A member’s right to inspect and copy various association records is not absolute and may be limited in certain circumstances. (See “Records Not Subject to Inspection.”). However, Corporations Code Section 8334 gives each board member (each director of the association) the “absolute right at any reasonable time to inspect and copy all books, records and documents of every kind and to inspect the physical properties of the corporation of which such person is a director.” Thus, unlike regular members of an association, directors generally (1) are not subject to the requirements of Civil Code Section 5205 (i.e., do not have to pay for the costs in producing records), and (2) have broader record inspection rights than regular members (i.e., can inspect executive session minutes).
Notwithstanding the term “absolute” under Corporations Code Section 8334, a director’s record inspection rights may still be limited in order to avoid conflicts of interest, to protect privacy concerns, and/or to protect the association from tortious acts and breaches of fiduciary duties by the director.
Avoid Conflicts of Interest:
“…a corporate director does not have the right to access corporate documents covered by the attorney-client privilege that were generated in defense of a suit for damages that the director filed against the corporation.” (Tritek Telecom, Inc. v. Superior Court (2009) 169 Cal.App.4th 1385, 1387.)
A director’s absolute right to inspect and copy corporate records “is subject to exceptions and may be denied where a disgruntled director announces his or her intention to violate his or her fiduciary duties to the corporation…” (Tritek at 1390.)
A director’s record inspection rights may be limited by the association’s duty to protect the privacy rights of its members in their voting decisions. (Chantiles v. Lake Forest II Master HOA (1995) 37 Cal.App.4th 914, 927 (“…the Association had a duty to guard the privacy of rights of its members in their voting decisions…the Association’s refusal to allow [the director] the unfettered access to the ballots which he demands was not unjustified.”).)
Protect from Tortious Acts:
“Where the corporation determines that an unfettered inspection [by the director] will result in a tort against the corporation, it may decline the request for inspection.” (Havlicek v. Coast-to-Coast Analytical Services, Inc. (1995) 39 Cal.App.4th 1844, 1856.)
A former director loses his/her broad record inspection rights once the former director loses his/her status as a sitting (current) director of the association (i.e., no longer serves on the board.) This is true notwithstanding the fact that the desired record pertains to a decision or action of the former director or of the board while the former director was serving:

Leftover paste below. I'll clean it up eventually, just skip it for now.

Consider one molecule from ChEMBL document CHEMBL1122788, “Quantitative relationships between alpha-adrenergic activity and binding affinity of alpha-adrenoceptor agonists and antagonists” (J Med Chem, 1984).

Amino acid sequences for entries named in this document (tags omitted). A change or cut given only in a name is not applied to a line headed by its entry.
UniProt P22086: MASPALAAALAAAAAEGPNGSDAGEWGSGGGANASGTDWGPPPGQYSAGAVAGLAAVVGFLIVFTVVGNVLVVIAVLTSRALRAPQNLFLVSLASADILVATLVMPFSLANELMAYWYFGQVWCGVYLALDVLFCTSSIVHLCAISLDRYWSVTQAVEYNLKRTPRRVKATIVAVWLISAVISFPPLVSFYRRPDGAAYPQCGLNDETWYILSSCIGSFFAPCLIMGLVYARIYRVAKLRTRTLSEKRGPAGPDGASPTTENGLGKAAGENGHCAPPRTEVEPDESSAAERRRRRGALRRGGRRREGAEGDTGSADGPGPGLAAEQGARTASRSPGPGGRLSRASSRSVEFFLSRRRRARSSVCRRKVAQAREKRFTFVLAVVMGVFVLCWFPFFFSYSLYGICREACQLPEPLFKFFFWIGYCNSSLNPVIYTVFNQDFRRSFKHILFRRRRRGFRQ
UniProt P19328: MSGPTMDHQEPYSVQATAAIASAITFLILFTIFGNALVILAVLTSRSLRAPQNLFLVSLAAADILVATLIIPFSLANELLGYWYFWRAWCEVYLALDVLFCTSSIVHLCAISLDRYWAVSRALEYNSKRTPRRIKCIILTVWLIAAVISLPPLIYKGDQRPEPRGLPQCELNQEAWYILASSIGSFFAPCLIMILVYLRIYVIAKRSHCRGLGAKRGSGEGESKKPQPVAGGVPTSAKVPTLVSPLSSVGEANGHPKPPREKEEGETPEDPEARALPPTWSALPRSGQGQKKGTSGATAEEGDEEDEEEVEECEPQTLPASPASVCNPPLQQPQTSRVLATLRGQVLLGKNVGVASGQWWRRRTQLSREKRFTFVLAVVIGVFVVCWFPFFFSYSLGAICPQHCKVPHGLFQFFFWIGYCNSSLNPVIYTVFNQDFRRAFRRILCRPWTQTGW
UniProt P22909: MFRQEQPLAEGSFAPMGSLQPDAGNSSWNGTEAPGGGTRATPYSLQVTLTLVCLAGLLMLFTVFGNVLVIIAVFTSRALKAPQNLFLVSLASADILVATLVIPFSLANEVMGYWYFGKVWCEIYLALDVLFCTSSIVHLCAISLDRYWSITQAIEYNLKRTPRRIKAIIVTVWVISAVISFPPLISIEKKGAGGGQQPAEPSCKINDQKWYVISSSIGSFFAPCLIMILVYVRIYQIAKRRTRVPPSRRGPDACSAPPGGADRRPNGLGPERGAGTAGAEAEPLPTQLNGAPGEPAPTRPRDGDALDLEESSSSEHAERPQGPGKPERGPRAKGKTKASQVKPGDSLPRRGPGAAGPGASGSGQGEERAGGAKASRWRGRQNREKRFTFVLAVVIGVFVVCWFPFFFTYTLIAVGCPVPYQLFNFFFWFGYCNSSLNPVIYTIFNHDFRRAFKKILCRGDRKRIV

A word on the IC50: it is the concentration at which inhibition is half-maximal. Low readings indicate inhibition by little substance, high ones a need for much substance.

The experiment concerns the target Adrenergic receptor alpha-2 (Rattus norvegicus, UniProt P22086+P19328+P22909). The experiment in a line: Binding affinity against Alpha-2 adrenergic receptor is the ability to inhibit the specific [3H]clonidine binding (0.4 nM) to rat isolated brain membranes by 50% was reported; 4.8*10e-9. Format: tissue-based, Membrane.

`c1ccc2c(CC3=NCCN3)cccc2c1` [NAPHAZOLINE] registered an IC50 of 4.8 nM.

“…current director status is required to pursue current inspection rights. This line of cases will not allow enforcement of any absolute director’s right of inspection to a former corporate director, when the reason for the inspection right (holding office and performing fiduciary duties as a director) no longer exists.” (Wolf v. CDS Devco (2010) 185 Cal.App.4th 903, 919.)
Related Case Law
- Wolf v. CDS Devco
(2010) 185 Cal.App.4th 903
[Director Inspection Rights; Former Director] A director loses his/her broader record-inspection rights upon loss of status as a director.
- Havlicek v. Coast-to-Coast Analytic Services, Inc.
(1995) 39 Cal.App.4th 1844
[Director Inspection Rights; Breach of Duties] A director’s rights to inspect corporate records may be denied where the corporation believes such rights will be used to commit a tort against the corporation.
- Tritek Telecom, Inc. v. Superior Court
(2009) 169 Cal.App.4th 1385
[Director Inspection Rights; Attorney-Client Privilege] A director’s right to inspect corporate records does not include the right to access attorney-client privileged information that was generated in defense of a suit filed by the director against the corporation.
- Chantiles v. Lake Forest II Master Homeowners Association
(1995) 37 Cal.App.4th 914
[Director Inspection Rights; Privacy] A director’s record inspection rights may be limited by the association’s duty to protect the privacy rights of its members in their voting decisions.